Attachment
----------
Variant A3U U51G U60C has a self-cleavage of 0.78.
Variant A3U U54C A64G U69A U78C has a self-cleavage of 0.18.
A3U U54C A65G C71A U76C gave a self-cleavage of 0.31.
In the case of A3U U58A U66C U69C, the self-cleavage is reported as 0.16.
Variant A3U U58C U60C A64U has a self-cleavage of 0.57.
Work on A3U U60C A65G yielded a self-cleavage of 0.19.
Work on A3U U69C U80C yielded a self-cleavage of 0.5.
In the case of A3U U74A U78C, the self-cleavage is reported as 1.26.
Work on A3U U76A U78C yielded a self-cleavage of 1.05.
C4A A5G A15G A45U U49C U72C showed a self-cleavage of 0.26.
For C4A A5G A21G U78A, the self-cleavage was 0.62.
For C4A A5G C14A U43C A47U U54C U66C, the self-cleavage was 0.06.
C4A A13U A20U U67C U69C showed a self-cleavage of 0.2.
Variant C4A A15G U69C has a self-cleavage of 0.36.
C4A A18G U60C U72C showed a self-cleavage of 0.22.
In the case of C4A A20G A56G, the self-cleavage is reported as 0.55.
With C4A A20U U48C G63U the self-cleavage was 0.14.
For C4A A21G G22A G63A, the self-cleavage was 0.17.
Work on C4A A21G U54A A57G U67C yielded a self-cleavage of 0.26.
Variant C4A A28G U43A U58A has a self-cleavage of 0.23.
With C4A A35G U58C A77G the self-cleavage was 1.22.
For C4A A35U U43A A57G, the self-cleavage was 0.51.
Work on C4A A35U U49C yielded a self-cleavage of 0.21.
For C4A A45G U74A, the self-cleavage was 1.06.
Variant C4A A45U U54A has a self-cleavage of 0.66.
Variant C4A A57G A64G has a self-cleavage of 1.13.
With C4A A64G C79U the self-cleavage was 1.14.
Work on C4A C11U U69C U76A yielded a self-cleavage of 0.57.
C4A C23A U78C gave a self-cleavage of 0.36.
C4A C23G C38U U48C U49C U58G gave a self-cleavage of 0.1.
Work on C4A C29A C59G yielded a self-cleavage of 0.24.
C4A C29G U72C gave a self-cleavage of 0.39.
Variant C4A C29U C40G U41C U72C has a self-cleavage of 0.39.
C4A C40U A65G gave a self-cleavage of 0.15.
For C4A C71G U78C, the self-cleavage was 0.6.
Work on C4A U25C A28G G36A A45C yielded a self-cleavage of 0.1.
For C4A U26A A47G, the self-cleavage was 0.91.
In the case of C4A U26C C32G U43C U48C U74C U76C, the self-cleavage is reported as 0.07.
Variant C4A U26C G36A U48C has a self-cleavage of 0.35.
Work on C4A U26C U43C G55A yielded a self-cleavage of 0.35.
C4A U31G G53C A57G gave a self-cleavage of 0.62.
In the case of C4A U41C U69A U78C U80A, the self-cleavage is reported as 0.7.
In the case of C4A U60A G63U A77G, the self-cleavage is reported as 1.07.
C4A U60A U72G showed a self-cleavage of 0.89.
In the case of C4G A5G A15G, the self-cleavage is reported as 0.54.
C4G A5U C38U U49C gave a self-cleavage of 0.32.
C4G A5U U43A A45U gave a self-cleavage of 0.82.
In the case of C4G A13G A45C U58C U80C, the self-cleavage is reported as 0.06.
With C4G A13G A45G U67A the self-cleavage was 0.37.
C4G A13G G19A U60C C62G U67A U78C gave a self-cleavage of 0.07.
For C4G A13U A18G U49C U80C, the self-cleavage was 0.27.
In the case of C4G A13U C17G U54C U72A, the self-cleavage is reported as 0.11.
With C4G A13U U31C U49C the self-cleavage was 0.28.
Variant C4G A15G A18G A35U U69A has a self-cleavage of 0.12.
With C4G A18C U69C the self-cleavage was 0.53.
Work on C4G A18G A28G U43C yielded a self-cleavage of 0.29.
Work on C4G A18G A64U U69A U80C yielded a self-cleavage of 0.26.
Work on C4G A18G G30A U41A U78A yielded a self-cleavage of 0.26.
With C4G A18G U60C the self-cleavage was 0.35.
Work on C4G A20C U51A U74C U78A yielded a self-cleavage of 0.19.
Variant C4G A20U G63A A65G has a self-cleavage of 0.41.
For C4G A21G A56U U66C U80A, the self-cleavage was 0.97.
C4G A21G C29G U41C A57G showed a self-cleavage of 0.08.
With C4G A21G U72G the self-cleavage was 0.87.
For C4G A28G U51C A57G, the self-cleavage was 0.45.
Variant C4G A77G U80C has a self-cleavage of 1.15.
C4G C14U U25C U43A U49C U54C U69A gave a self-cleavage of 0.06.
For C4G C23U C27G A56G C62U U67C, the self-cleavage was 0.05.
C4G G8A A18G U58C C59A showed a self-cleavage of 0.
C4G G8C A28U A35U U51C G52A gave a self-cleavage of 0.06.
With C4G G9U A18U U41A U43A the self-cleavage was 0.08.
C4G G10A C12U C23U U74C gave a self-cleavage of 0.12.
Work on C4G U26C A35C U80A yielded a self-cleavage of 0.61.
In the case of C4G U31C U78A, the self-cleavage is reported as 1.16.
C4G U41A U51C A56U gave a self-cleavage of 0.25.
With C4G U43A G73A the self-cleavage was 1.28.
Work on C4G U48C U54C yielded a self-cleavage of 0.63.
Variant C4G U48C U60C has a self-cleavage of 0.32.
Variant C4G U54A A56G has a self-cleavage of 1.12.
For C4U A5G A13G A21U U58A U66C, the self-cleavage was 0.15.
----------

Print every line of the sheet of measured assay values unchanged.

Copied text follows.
Variant A3U U51G U60C has a self-cleavage of 0.78.
Variant A3U U54C A64G U69A U78C has a self-cleavage of 0.18.
A3U U54C A65G C71A U76C gave a self-cleavage of 0.31.
In the case of A3U U58A U66C U69C, the self-cleavage is reported as 0.16.
Variant A3U U58C U60C A64U has a self-cleavage of 0.57.
Work on A3U U60C A65G yielded a self-cleavage of 0.19.
Work on A3U U69C U80C yielded a self-cleavage of 0.5.
In the case of A3U U74A U78C, the self-cleavage is reported as 1.26.
Work on A3U U76A U78C yielded a self-cleavage of 1.05.
C4A A5G A15G A45U U49C U72C showed a self-cleavage of 0.26.
For C4A A5G A21G U78A, the self-cleavage was 0.62.
For C4A A5G C14A U43C A47U U54C U66C, the self-cleavage was 0.06.
C4A A13U A20U U67C U69C showed a self-cleavage of 0.2.
Variant C4A A15G U69C has a self-cleavage of 0.36.
C4A A18G U60C U72C showed a self-cleavage of 0.22.
In the case of C4A A20G A56G, the self-cleavage is reported as 0.55.
With C4A A20U U48C G63U the self-cleavage was 0.14.
For C4A A21G G22A G63A, the self-cleavage was 0.17.
Work on C4A A21G U54A A57G U67C yielded a self-cleavage of 0.26.
Variant C4A A28G U43A U58A has a self-cleavage of 0.23.
With C4A A35G U58C A77G the self-cleavage was 1.22.
For C4A A35U U43A A57G, the self-cleavage was 0.51.
Work on C4A A35U U49C yielded a self-cleavage of 0.21.
For C4A A45G U74A, the self-cleavage was 1.06.
Variant C4A A45U U54A has a self-cleavage of 0.66.
Variant C4A A57G A64G has a self-cleavage of 1.13.
With C4A A64G C79U the self-cleavage was 1.14.
Work on C4A C11U U69C U76A yielded a self-cleavage of 0.57.
C4A C23A U78C gave a self-cleavage of 0.36.
C4A C23G C38U U48C U49C U58G gave a self-cleavage of 0.1.
Work on C4A C29A C59G yielded a self-cleavage of 0.24.
C4A C29G U72C gave a self-cleavage of 0.39.
Variant C4A C29U C40G U41C U72C has a self-cleavage of 0.39.
C4A C40U A65G gave a self-cleavage of 0.15.
For C4A C71G U78C, the self-cleavage was 0.6.
Work on C4A U25C A28G G36A A45C yielded a self-cleavage of 0.1.
For C4A U26A A47G, the self-cleavage was 0.91.
In the case of C4A U26C C32G U43C U48C U74C U76C, the self-cleavage is reported as 0.07.
Variant C4A U26C G36A U48C has a self-cleavage of 0.35.
Work on C4A U26C U43C G55A yielded a self-cleavage of 0.35.
C4A U31G G53C A57G gave a self-cleavage of 0.62.
In the case of C4A U41C U69A U78C U80A, the self-cleavage is reported as 0.7.
In the case of C4A U60A G63U A77G, the self-cleavage is reported as 1.07.
C4A U60A U72G showed a self-cleavage of 0.89.
In the case of C4G A5G A15G, the self-cleavage is reported as 0.54.
C4G A5U C38U U49C gave a self-cleavage of 0.32.
C4G A5U U43A A45U gave a self-cleavage of 0.82.
In the case of C4G A13G A45C U58C U80C, the self-cleavage is reported as 0.06.
With C4G A13G A45G U67A the self-cleavage was 0.37.
C4G A13G G19A U60C C62G U67A U78C gave a self-cleavage of 0.07.
For C4G A13U A18G U49C U80C, the self-cleavage was 0.27.
In the case of C4G A13U C17G U54C U72A, the self-cleavage is reported as 0.11.
With C4G A13U U31C U49C the self-cleavage was 0.28.
Variant C4G A15G A18G A35U U69A has a self-cleavage of 0.12.
With C4G A18C U69C the self-cleavage was 0.53.
Work on C4G A18G A28G U43C yielded a self-cleavage of 0.29.
Work on C4G A18G A64U U69A U80C yielded a self-cleavage of 0.26.
Work on C4G A18G G30A U41A U78A yielded a self-cleavage of 0.26.
With C4G A18G U60C the self-cleavage was 0.35.
Work on C4G A20C U51A U74C U78A yielded a self-cleavage of 0.19.
Variant C4G A20U G63A A65G has a self-cleavage of 0.41.
For C4G A21G A56U U66C U80A, the self-cleavage was 0.97.
C4G A21G C29G U41C A57G showed a self-cleavage of 0.08.
With C4G A21G U72G the self-cleavage was 0.87.
For C4G A28G U51C A57G, the self-cleavage was 0.45.
Variant C4G A77G U80C has a self-cleavage of 1.15.
C4G C14U U25C U43A U49C U54C U69A gave a self-cleavage of 0.06.
For C4G C23U C27G A56G C62U U67C, the self-cleavage was 0.05.
C4G G8A A18G U58C C59A showed a self-cleavage of 0.
C4G G8C A28U A35U U51C G52A gave a self-cleavage of 0.06.
With C4G G9U A18U U41A U43A the self-cleavage was 0.08.
C4G G10A C12U C23U U74C gave a self-cleavage of 0.12.
Work on C4G U26C A35C U80A yielded a self-cleavage of 0.61.
In the case of C4G U31C U78A, the self-cleavage is reported as 1.16.
C4G U41A U51C A56U gave a self-cleavage of 0.25.
With C4G U43A G73A the self-cleavage was 1.28.
Work on C4G U48C U54C yielded a self-cleavage of 0.63.
Variant C4G U48C U60C has a self-cleavage of 0.32.
Variant C4G U54A A56G has a self-cleavage of 1.12.
For C4U A5G A13G A21U U58A U66C, the self-cleavage was 0.15.